Sunday, May 20, 2012

Matthew 14: Withdrawing

"When Jesus heard what had happened [John the Baptist's beheading], he withdrew by boat to a solitary place.  Hearing of this, the crowds followed him on foot from the towns." - Matthew 14:13

I think I know how Jesus felt.  Not exactly, of course, but I know what it feels like when something bad happens, or you hear of something bad that happened to someone you love, and you just need to withdraw and go away to process the information and get over the shock.

Jesus was so popular, however, that even when he tried to get away, it didn't work. Maybe you know what that's like as well.  Maybe because of your job, your position, or the roles you play you can't get away, either.  For myself, well... I have a confession to make:

I'm sitting in my car in the church parking lot and I can't seem to will myself out of the car into the building. The idea of having to put on my "joyful" face and sing happy praise songs just makes me want to... withdraw.  I can't even hide in the back row because people know me.  Even people I don't recognise know who I am because I'm part of the music department.  There's no place to hide.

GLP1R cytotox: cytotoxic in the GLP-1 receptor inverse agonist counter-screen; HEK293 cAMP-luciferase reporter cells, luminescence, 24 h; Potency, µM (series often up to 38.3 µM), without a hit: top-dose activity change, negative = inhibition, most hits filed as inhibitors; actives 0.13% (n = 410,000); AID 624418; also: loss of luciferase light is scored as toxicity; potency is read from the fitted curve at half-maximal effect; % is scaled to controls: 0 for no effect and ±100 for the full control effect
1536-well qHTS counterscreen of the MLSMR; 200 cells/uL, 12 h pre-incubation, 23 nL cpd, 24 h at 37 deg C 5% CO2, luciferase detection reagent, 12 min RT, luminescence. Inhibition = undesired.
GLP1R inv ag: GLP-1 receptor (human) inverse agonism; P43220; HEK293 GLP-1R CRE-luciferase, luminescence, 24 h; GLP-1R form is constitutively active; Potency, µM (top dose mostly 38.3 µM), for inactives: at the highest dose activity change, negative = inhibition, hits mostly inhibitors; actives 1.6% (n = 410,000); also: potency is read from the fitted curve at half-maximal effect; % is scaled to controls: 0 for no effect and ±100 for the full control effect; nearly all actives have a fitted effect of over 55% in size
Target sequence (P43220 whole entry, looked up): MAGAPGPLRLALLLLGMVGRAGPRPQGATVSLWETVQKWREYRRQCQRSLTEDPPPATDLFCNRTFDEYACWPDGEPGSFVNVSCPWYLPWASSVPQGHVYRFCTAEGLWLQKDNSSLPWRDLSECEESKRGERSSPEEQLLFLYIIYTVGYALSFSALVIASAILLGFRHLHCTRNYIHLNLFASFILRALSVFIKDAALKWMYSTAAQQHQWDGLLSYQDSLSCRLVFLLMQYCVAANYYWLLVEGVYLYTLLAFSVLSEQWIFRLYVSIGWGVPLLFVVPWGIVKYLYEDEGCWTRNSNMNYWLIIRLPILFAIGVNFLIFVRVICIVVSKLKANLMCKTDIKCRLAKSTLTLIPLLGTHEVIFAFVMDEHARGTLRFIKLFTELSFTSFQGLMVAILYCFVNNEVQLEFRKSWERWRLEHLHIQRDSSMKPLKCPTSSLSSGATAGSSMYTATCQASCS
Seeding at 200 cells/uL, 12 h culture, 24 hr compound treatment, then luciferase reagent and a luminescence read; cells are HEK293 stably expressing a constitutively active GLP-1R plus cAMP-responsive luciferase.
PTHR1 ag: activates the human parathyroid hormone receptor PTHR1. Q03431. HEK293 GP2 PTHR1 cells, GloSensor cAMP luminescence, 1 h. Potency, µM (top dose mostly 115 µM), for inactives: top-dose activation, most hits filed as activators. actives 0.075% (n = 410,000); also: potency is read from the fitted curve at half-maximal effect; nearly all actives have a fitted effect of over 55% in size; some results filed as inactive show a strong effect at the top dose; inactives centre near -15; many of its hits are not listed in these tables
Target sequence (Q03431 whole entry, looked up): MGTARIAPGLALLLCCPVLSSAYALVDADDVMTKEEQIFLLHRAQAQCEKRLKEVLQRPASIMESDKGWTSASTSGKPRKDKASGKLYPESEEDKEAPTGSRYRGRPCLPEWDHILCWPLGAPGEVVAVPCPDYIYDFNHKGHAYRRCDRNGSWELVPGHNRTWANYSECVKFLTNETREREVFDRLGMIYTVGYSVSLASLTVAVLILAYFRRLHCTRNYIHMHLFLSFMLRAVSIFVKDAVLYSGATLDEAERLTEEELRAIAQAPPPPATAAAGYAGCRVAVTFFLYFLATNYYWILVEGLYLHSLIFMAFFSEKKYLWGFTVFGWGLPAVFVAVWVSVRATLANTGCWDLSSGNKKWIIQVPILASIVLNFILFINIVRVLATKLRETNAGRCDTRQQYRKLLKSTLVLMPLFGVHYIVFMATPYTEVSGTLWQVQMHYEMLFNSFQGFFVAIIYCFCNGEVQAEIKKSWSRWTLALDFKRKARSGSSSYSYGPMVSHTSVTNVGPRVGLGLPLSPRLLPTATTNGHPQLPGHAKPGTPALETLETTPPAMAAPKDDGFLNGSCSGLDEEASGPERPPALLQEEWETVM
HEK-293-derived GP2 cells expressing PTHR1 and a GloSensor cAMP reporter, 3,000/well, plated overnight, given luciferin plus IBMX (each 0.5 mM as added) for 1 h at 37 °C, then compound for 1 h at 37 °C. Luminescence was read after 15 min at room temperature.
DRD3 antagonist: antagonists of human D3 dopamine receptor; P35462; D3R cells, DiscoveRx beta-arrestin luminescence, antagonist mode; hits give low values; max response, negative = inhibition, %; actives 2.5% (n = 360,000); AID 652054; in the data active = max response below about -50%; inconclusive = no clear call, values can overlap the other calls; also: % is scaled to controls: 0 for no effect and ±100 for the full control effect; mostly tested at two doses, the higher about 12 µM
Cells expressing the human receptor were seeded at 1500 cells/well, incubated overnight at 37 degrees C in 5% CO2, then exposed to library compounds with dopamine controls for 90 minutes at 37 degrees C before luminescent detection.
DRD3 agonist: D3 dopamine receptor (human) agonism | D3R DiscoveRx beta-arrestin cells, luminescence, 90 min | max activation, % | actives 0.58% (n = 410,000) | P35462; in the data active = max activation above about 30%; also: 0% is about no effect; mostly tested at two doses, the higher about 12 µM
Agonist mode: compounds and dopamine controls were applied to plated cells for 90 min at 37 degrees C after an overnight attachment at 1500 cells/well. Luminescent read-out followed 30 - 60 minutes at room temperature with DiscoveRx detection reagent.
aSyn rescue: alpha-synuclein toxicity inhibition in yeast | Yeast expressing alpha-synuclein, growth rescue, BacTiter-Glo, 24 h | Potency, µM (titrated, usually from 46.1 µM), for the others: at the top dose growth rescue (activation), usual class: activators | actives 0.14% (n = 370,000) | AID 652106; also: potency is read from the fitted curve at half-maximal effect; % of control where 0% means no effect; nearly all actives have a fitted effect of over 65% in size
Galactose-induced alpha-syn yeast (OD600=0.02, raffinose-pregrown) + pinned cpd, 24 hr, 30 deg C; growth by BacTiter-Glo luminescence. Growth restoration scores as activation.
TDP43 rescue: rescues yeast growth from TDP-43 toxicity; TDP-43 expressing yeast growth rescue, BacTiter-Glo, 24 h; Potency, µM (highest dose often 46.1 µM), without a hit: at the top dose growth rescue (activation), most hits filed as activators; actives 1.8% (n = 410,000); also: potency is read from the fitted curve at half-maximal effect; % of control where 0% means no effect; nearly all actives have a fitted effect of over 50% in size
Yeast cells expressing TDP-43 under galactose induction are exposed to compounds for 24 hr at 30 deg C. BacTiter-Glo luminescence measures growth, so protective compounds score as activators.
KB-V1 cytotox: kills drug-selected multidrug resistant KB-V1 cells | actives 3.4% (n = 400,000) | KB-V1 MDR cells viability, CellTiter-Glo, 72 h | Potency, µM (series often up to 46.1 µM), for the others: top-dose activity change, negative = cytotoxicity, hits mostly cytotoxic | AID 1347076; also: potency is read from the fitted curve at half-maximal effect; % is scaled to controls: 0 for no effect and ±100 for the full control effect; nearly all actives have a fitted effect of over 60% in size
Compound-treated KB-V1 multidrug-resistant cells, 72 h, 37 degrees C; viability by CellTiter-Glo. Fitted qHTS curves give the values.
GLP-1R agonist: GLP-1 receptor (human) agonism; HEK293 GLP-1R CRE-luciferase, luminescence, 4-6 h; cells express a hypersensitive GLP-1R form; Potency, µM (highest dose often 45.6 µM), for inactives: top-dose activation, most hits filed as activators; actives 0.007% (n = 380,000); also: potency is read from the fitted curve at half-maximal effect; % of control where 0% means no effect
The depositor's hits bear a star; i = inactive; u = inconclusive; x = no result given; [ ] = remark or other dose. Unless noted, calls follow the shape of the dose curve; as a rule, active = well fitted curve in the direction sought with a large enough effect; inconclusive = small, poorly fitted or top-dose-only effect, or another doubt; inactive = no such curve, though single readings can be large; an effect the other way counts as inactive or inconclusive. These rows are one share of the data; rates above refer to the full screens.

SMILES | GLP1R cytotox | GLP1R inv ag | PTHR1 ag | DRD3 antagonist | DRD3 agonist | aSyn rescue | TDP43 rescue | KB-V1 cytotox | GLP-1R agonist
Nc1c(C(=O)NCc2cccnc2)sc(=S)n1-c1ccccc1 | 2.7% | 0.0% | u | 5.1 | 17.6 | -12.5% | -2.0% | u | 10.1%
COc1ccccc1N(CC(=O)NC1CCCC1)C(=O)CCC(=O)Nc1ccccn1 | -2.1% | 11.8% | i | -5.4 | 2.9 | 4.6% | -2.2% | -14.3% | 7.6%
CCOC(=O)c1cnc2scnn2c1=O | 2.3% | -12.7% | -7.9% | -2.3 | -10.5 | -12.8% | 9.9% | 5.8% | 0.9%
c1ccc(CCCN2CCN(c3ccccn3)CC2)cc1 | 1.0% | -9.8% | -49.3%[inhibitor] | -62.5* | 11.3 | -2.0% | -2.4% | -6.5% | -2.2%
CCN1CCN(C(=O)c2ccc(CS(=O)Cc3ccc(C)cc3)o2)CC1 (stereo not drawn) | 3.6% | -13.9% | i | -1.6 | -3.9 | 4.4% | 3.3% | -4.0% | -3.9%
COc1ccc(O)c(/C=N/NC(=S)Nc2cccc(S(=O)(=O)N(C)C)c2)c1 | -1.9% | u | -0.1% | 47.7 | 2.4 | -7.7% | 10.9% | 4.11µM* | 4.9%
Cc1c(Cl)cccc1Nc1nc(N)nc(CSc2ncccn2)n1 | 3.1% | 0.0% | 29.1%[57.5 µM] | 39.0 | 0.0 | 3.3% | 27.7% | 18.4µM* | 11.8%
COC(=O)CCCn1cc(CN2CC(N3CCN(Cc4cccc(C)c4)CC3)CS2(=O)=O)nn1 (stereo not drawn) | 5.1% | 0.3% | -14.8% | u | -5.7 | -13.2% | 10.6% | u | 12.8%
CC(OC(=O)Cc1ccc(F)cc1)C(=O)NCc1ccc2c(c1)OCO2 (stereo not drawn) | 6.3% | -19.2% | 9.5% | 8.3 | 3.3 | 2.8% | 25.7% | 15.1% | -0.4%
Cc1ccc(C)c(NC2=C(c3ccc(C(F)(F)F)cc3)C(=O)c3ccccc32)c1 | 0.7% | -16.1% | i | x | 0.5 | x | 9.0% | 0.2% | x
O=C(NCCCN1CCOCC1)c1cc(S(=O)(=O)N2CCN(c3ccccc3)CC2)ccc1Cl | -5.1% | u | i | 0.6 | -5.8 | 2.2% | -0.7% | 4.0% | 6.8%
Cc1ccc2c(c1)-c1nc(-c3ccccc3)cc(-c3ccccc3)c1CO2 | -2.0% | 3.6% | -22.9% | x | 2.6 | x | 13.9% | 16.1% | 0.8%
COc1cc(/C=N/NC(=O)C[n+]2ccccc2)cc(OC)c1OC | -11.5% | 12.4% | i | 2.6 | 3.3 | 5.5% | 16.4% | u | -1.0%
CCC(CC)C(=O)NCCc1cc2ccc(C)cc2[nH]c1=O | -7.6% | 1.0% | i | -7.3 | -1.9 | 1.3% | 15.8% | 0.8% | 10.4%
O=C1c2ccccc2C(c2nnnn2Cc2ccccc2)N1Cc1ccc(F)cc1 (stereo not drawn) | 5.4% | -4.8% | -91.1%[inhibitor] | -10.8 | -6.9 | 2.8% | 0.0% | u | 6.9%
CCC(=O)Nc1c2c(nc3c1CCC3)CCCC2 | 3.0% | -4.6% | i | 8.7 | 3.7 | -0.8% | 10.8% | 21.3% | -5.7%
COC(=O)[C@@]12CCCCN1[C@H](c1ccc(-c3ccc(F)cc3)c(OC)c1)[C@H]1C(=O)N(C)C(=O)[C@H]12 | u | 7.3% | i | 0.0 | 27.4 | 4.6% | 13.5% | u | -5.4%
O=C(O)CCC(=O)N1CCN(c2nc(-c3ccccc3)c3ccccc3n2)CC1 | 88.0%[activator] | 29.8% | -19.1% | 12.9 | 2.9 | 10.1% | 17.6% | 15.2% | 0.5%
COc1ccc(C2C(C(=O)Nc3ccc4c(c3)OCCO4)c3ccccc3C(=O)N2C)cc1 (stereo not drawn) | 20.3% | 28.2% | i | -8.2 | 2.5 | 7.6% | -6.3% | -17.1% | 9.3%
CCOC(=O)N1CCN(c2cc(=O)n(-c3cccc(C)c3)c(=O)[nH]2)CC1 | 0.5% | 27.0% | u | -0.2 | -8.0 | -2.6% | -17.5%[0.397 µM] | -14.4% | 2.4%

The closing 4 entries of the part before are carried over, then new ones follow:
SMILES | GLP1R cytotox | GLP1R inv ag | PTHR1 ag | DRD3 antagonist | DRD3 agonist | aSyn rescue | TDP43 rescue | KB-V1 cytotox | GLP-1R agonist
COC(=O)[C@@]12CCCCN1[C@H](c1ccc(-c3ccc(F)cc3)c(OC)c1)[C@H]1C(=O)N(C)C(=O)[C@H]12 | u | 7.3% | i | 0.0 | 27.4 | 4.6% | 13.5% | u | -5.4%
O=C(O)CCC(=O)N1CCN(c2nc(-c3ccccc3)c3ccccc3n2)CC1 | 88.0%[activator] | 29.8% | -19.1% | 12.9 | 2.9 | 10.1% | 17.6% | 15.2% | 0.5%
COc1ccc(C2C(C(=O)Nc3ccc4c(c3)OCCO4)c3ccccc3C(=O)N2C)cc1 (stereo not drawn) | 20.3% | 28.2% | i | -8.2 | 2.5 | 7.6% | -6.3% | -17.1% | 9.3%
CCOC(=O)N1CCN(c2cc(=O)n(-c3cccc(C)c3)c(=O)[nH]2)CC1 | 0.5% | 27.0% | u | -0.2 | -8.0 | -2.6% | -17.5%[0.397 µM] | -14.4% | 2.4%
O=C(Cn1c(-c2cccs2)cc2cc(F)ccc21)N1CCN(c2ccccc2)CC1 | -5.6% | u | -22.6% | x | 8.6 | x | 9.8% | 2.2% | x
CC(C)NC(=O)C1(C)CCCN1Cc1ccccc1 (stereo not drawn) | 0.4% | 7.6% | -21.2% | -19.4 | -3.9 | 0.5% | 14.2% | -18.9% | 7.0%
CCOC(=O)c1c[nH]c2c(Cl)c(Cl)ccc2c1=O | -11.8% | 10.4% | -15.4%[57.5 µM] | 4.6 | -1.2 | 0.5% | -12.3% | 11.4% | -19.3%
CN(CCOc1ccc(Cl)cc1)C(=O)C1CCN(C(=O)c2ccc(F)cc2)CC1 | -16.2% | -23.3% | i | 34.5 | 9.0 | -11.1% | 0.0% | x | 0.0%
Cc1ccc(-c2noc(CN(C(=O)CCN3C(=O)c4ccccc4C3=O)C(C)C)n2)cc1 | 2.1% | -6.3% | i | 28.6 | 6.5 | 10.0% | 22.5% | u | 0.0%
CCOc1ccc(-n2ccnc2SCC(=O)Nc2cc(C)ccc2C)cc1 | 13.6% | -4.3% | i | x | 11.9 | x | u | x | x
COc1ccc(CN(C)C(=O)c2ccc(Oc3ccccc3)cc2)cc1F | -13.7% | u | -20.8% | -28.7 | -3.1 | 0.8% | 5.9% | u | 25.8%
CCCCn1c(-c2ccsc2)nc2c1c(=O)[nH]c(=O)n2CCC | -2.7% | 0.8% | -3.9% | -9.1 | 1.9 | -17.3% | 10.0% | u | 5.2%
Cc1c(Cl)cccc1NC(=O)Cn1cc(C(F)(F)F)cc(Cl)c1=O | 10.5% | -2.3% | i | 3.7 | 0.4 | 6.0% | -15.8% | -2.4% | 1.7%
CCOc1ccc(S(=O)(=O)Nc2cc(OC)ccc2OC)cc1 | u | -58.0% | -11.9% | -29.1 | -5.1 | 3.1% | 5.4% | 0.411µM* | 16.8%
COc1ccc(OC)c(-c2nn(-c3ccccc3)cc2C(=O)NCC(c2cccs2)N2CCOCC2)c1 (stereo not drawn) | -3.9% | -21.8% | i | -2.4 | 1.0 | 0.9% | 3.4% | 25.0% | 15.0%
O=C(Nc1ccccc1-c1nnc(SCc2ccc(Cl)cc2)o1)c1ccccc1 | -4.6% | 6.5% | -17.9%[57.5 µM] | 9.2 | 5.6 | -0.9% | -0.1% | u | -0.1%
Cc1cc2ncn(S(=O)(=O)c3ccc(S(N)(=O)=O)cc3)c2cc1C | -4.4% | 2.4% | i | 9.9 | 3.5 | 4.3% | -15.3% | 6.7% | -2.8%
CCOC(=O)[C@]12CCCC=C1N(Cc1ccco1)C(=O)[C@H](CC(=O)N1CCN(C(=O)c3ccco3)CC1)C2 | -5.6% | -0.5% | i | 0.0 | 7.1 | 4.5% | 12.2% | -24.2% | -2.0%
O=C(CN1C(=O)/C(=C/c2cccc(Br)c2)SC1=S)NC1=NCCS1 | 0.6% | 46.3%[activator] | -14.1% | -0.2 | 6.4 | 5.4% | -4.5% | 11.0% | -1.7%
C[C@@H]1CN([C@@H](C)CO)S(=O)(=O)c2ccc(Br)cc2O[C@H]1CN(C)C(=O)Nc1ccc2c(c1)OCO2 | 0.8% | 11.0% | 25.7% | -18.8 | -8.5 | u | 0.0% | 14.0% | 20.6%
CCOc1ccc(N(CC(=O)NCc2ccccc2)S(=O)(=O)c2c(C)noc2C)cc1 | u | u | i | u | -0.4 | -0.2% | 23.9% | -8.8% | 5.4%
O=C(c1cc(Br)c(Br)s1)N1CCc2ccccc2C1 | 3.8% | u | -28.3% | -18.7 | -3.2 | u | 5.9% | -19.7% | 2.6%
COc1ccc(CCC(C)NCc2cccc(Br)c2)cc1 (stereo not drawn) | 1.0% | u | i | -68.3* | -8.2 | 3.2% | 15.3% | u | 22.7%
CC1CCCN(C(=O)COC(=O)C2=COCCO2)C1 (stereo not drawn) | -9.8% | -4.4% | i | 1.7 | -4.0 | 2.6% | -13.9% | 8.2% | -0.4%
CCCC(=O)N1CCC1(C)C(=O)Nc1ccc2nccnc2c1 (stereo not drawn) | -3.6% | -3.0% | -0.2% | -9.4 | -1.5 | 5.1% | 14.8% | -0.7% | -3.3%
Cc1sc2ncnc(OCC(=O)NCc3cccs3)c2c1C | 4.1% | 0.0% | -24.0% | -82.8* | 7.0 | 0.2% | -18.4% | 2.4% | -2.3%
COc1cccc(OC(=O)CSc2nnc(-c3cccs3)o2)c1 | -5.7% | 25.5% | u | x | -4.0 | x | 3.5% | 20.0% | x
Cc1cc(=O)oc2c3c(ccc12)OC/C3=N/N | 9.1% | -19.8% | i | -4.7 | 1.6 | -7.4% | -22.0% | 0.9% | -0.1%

It's been a rough week.  I had nightmares all night long.  I know that God is worthy of my worship no matter how I feel - I know that absolutely.  But I need the freedom to worship him in a quiet, solitary place today.  I need to acknowledge his sovereignty from the depths of my emotions, which doesn't include corporate praise today.

I don't have a boat; I have a car.  I'm not on the Sea of Galilee; I'm on the Sea of Parking Lot. And there isn't a crowd of people following me wanting to be healed.  But there are four people inside that building who need me, will be expecting me to cook lunch in a few hours, mend school uniforms, help with projects, discuss ideas, and generally know where everything is and keep the schedules juggled and in balance at all times.

The silence of withdrawing comforts and renews.  I can be still.  I can be in God's presence without distractions. My broken parts are mended and I am slowly made whole once again.

1 comment:

Elisabeth said...

I love your raw honesty so much.
And I don't know that it helps at all, but I completely understand how you feel. Like.....completely. And I believe it's okay to feel that way. For what it's worth:)